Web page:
Sometimes coming up with ideas is hard. That is especially true in fantasy where literally anything is possible. If you’re a new writer or DM, you might be struggling with where to start your adventure.
More than once I have turned to story generators as a way to trigger new ideas and help get my creative juices flowing. It can bring some much-needed randomness (and I mean that quite literally), to a story that feels predictable, or one that you’ve just spent too much time with. It can spark an interesting twist you might not have thought of before, or simply help you look at your current idea in a new light.
So I’ve compiled a list of 15 places for you to randomly generate some plot hooks to help you get inspired!
With the rising popularity of Dungeons and Dragons (and other tabletop rpgs), you might want to try running your own game. And while there are plenty of established campaign settings for you to try out, you might want to add your own flair or customization. Or maybe you want to build a completely homebrewed world for your friends to adventure in. These randomizers are great for helping you build a world, generate items and create plot hooks to get you started.
If playing with a group is not your style, or getting a group together has proved a challenge, you could also get into solo play, where things like randomly generate plots are the norm to help guide the narrative experience.
They also work really well as writing exercises and jump-starts for novel ideas. If you’re joining NaNoWriMo (that’s National Novel Writing Month for the unfamiliar!), and you don’t know what to write, a generator might be just the right tool to help you! After all, 50,000 words in a month is a lot of writing, and you’ll want to an idea of what to write if you plan to get through 1, 667 words a day.
You will also find lots of other cool generators on these websites – everything from villainous lairs to what food your protagonists might eat, so tread with caution – these can become something of a time sink if you’re not careful.
Anyway, on with the generators!
1. Writing Exercises
This is one of the most unusual and unique generators in that it lets you generate (and re-generate) each element of the prompt. It will create for you a basic description of two main characters, a setting, a situation, a theme, and character action, and from there you can re-roll any of the elements to generate a story prompt that catches your attention.
It also has a very specific setting generator, a character generator, and one of the coolest gens I’ve seen in a while – a first-line generator. If you fear a blank page, this could be invaluable.
A woman in her early thirties, who is very inspirational. A man in his early forties, who can be quite rebellious. The story begins on a train. A neighbour is involved in a love triangle. It’s a story about the effects of war. Your character attempts to keep a low profile
A man in his late thirties, who can be quite courageous. A woman in her early forties, who can be quite naive. The story begins on a balcony. An abandoned dog is given a home. It’s a story about loneliness. Your character gets into a competition with another character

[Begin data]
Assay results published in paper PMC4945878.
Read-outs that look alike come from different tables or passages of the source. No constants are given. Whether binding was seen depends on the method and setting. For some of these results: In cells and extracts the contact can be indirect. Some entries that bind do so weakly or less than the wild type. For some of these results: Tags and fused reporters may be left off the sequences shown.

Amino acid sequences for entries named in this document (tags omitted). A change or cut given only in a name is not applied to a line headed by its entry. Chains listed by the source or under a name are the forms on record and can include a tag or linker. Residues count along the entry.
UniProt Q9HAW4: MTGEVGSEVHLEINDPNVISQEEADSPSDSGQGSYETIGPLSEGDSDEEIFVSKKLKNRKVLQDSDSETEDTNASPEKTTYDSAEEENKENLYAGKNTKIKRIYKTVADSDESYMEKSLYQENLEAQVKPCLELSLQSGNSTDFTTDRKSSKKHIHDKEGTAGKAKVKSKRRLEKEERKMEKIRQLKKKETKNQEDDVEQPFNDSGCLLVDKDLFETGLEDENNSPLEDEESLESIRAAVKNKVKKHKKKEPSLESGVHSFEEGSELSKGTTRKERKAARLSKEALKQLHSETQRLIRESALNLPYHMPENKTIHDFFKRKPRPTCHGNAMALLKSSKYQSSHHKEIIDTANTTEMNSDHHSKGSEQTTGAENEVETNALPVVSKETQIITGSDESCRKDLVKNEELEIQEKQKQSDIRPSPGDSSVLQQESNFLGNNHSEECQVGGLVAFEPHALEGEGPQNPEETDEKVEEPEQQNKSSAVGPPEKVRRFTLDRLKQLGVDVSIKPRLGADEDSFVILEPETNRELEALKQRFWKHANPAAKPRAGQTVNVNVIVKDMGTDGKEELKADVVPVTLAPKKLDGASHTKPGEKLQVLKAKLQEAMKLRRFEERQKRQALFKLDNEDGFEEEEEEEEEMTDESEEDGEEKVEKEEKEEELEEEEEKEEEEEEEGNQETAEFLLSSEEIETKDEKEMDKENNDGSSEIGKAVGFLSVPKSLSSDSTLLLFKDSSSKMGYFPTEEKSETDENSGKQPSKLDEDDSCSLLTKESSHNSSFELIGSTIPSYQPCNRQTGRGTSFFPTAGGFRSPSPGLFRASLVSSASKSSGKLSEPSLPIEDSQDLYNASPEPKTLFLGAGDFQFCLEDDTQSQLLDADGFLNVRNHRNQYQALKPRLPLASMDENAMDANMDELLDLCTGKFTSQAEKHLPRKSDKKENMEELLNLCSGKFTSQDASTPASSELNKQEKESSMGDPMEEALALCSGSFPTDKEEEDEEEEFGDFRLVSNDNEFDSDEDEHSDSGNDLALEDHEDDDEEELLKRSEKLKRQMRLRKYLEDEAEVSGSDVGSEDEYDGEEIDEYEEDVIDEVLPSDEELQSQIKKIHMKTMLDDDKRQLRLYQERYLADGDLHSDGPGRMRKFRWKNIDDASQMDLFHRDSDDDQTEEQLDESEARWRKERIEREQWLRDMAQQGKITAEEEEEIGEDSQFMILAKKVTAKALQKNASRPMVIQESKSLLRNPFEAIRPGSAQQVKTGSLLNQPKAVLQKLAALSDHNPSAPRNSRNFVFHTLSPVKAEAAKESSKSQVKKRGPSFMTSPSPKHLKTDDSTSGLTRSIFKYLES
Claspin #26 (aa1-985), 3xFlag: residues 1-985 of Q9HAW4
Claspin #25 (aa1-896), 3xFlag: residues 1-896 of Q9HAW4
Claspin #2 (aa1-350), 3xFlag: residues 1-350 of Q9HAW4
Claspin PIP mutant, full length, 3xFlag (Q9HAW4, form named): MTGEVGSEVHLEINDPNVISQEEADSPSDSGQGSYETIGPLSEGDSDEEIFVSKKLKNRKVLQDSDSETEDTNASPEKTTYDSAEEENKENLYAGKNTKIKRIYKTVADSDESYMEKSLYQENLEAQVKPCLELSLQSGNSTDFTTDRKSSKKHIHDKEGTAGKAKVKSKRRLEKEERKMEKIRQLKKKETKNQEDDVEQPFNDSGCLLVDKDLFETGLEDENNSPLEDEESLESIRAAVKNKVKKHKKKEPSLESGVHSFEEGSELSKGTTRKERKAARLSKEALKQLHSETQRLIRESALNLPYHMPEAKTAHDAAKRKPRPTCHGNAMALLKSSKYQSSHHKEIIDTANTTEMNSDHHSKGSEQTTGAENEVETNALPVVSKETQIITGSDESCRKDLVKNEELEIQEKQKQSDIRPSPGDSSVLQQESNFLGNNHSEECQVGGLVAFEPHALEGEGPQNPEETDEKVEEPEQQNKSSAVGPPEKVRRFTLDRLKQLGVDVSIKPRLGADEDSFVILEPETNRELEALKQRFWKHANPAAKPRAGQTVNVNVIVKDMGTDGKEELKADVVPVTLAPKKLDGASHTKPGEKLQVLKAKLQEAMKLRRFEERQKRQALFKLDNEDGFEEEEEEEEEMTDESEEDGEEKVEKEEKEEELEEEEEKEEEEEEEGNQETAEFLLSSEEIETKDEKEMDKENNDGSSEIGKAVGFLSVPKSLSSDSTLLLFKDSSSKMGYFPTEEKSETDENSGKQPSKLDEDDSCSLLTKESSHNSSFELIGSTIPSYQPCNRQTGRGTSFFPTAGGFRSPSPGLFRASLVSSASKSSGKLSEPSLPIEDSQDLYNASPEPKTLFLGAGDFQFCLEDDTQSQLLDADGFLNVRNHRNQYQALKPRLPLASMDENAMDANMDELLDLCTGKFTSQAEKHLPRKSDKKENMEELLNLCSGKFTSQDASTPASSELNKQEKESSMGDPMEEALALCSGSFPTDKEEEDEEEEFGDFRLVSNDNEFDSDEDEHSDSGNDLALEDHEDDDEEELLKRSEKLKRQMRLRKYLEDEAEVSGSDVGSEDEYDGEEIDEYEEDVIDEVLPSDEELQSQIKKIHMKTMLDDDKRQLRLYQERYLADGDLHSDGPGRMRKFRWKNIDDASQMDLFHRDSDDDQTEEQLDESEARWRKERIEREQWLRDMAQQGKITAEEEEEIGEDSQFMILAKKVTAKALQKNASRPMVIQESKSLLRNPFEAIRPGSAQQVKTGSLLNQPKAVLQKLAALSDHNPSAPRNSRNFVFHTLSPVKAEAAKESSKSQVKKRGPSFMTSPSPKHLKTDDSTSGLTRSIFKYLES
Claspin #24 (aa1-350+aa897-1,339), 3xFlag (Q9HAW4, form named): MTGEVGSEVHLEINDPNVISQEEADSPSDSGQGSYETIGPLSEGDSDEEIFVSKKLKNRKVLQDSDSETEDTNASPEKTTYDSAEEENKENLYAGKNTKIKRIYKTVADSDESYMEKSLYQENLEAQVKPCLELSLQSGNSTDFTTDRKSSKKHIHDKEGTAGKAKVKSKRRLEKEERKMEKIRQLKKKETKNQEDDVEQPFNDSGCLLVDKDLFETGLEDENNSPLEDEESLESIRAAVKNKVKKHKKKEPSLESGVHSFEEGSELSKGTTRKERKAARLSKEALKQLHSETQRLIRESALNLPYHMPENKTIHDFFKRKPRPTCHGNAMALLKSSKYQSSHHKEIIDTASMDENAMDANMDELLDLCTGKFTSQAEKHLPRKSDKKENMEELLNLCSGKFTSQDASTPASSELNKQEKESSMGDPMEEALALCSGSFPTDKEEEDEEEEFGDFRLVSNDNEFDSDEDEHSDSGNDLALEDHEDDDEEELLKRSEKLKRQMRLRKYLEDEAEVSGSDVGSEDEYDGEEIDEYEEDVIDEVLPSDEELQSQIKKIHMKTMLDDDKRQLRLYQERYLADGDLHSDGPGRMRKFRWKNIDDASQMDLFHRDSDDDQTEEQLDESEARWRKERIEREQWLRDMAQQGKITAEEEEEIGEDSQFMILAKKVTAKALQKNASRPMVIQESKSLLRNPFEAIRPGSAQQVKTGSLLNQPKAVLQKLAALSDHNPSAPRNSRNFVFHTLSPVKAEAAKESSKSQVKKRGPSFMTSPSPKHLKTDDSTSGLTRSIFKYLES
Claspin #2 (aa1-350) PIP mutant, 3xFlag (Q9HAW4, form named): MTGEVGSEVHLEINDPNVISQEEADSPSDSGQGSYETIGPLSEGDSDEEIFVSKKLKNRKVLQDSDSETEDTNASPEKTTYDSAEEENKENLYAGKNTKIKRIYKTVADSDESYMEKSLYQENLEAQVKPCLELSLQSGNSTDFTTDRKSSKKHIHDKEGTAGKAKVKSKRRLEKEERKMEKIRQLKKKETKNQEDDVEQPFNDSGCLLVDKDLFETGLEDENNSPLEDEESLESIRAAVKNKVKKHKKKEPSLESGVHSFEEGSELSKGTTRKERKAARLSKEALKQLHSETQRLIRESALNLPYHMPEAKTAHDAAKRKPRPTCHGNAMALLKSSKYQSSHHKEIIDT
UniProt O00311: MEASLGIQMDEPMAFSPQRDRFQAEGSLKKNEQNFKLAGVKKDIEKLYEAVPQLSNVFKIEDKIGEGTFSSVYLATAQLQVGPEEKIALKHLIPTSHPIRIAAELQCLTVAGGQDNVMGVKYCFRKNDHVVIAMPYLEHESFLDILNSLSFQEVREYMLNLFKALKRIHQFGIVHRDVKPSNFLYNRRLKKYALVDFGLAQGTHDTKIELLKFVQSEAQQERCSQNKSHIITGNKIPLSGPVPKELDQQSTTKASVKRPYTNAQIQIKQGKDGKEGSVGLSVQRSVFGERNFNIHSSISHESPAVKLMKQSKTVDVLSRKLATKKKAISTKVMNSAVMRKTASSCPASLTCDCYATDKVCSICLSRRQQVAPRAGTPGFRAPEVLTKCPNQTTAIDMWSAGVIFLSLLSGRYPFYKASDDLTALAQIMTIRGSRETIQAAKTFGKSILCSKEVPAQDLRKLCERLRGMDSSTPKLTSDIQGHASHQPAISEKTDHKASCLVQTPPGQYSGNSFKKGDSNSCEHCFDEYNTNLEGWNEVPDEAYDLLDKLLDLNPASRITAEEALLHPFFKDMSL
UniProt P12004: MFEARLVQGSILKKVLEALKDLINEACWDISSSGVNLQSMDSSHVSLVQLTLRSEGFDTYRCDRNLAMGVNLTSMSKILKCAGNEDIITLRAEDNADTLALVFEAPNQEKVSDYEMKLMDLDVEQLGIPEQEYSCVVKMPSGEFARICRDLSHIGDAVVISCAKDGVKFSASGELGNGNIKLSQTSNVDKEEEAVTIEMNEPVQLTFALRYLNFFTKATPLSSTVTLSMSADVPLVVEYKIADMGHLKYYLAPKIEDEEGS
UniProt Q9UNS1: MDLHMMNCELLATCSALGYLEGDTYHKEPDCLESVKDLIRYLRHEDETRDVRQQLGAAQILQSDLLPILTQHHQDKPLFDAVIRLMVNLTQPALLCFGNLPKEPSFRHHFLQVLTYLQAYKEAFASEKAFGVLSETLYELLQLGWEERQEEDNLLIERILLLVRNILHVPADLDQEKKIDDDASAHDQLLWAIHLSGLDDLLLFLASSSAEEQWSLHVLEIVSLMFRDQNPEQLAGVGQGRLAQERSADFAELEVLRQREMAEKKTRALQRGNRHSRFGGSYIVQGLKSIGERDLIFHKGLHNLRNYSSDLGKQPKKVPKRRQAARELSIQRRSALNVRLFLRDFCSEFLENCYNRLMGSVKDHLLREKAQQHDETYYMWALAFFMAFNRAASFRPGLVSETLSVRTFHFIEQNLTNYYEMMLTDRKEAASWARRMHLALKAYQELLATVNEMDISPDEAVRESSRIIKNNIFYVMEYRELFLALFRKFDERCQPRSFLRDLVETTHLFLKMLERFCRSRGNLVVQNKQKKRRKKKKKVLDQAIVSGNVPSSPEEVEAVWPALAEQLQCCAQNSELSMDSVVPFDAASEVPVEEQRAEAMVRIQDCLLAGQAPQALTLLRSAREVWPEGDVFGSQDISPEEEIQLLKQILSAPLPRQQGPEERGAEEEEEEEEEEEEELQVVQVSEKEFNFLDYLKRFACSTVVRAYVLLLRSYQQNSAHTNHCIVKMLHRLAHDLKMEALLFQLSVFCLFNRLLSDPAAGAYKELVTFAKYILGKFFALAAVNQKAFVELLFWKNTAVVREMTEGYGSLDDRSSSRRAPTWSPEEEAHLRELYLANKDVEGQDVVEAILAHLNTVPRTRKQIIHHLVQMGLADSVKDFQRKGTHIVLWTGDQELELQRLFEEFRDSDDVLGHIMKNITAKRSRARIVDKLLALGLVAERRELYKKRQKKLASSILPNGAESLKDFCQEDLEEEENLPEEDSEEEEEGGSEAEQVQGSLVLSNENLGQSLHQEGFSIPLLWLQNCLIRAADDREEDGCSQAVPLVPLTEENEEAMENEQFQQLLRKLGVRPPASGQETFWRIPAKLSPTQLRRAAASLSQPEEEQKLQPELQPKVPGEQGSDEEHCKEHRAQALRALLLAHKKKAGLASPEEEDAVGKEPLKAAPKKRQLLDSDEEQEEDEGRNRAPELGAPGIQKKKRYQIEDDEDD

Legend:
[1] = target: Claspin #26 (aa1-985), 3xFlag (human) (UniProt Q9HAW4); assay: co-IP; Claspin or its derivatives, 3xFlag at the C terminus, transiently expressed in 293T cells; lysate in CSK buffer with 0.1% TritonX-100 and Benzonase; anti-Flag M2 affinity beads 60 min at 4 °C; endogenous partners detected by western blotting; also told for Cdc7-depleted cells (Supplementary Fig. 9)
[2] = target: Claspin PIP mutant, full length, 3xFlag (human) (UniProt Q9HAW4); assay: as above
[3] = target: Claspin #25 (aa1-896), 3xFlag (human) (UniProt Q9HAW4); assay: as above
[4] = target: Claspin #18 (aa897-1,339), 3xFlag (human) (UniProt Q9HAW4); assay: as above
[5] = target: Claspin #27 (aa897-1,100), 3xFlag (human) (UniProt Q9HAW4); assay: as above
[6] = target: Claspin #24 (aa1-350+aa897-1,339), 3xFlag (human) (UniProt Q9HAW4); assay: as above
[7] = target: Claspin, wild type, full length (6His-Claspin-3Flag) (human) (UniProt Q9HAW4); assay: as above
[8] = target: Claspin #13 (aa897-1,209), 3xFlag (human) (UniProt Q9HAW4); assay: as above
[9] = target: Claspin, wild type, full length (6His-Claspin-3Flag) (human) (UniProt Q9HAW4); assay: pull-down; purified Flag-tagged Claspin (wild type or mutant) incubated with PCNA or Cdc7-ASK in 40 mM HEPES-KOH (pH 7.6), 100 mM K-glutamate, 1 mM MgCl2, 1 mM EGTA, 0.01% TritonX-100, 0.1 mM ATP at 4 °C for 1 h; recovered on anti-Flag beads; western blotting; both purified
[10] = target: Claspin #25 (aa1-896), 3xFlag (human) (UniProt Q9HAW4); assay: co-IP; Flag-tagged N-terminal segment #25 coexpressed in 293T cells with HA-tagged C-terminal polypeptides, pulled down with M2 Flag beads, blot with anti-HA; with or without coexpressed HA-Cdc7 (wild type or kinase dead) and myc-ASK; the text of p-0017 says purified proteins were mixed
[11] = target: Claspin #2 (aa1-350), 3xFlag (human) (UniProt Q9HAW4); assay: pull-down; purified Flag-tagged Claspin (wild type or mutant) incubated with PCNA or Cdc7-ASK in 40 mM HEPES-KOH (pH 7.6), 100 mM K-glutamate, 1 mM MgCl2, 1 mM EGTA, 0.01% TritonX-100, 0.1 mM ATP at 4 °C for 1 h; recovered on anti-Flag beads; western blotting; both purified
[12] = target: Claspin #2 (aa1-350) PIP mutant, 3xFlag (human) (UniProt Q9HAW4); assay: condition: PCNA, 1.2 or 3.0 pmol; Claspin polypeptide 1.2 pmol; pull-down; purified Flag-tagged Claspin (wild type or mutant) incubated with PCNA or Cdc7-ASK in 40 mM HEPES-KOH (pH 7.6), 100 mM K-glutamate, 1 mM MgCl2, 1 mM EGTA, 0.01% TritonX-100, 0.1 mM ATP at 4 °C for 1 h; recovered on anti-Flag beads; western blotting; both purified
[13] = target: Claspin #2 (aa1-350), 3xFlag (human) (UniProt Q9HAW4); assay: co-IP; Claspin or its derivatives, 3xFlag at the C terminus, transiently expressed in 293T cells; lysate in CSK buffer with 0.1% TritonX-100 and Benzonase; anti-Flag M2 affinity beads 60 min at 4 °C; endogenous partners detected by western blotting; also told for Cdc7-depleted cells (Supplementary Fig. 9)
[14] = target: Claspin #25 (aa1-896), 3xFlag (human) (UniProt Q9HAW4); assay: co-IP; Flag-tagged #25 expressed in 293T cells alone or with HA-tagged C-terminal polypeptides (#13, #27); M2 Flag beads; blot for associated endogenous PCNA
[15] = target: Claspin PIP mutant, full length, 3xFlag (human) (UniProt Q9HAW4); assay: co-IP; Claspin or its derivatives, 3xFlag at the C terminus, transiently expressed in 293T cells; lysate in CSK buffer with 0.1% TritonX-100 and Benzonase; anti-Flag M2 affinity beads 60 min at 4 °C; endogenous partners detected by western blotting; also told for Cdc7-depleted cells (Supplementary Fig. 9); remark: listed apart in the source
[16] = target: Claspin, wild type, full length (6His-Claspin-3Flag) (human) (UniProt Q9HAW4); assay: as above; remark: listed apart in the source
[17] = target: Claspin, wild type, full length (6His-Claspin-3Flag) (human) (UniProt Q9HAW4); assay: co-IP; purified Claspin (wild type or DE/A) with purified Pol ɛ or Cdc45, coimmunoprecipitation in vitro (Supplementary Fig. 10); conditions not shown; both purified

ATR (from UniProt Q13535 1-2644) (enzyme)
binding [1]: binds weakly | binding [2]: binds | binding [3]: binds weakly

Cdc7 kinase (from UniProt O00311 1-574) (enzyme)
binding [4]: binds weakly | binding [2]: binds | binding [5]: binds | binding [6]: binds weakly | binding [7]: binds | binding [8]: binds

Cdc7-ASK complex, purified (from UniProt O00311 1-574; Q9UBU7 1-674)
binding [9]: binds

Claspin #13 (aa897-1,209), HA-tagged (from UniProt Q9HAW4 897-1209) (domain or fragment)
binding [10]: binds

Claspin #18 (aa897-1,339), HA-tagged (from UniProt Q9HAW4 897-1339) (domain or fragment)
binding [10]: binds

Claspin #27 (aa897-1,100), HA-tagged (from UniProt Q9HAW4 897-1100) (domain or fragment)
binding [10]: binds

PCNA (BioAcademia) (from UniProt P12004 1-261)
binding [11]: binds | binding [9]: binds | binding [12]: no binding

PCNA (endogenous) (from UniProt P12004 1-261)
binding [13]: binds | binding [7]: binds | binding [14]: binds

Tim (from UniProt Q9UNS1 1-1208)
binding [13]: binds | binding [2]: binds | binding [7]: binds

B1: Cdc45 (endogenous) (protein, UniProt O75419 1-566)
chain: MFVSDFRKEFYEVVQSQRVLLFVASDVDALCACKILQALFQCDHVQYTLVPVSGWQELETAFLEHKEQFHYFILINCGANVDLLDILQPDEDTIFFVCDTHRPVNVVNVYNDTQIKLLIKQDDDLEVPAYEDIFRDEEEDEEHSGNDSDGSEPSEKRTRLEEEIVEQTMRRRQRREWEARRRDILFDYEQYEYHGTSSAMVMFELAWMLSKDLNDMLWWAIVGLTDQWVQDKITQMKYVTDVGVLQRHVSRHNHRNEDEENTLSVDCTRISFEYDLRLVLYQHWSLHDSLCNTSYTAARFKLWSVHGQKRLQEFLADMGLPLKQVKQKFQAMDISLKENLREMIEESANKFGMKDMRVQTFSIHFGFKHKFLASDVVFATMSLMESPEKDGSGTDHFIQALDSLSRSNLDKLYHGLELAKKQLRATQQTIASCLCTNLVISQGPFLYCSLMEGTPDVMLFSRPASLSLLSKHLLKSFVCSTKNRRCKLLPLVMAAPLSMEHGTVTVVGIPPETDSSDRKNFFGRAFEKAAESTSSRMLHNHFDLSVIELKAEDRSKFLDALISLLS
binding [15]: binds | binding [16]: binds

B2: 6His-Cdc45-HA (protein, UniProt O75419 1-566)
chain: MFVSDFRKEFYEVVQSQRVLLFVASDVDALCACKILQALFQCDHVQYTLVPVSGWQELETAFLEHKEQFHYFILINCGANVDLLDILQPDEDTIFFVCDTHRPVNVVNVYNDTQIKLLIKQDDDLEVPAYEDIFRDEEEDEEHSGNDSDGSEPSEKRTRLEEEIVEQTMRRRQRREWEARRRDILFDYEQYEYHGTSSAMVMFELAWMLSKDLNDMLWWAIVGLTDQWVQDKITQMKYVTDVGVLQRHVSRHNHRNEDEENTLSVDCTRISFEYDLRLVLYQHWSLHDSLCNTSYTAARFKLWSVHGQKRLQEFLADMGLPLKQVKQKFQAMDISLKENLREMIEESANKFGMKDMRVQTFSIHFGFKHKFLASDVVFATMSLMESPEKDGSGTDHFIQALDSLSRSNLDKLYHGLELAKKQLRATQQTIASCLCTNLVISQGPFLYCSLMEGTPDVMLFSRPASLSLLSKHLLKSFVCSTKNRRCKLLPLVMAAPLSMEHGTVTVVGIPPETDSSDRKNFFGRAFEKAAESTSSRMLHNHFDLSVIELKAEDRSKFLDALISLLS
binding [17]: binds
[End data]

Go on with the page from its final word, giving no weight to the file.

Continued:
2. Masterpiece Generator
There are a ton of different generators here, including one that writes a blurb for you! However, they do work a little differently than a lot of the other ones you’ll see on this list. In a strange sort of ad-lib way, the blurb generator asks for various nouns, verbs and adjectives (or it can be left to generate its own), and then it churns out a prompt using those words. It might be perfect for sparking some ideas if you already have something in mind. Without your input, some of the generated blurbs are amusing to outright ridiculous (see the example prompt below), which might be just the kind of tone you want for your next short story or one-shot campaign with friends.
In a hut there lived a backward, ugly troll named Sarah Gloop. Not a chubby feathery, spotty hut, filled with trousers and a wild smell, nor yet an important, sloppy, greasy hut with nothing in it to sit down on or to eat: it was a troll-hut, and that means shelter.
One day, after a troubling visit from the elf Harold Meadows, Sarah leaves her hut and sets out in search of three vast bananas. A quest undertaken in the company of witches, pixies and urban aliens.
In the search for the elf-guarded bananas, Sarah Gloop surprises even herself with her braveness and skill as a computer programmer.
During her travels, Sarah rescues a piano, an heirloom belonging to Harold. But when Harold refuses to try cooking, their friendship is over.
However, Harold is wounded at the Battle of Hastings and the two reconcile just before Sarah engages in some serious cooking.
Sarah accepts one of the three vast bananas and returns home to her hut a very wealthy troll.
3. Seventh Sanctum
Seventh Sanctum is a classic for generators of all kinds, but I really like the simplicity of their story generator. You can pick the type of story you want to write, but it also gives you numerous results to choose from. There is likely going to be something that catches your eye and you don’t have to click randomize 25 times to get something that might interest you.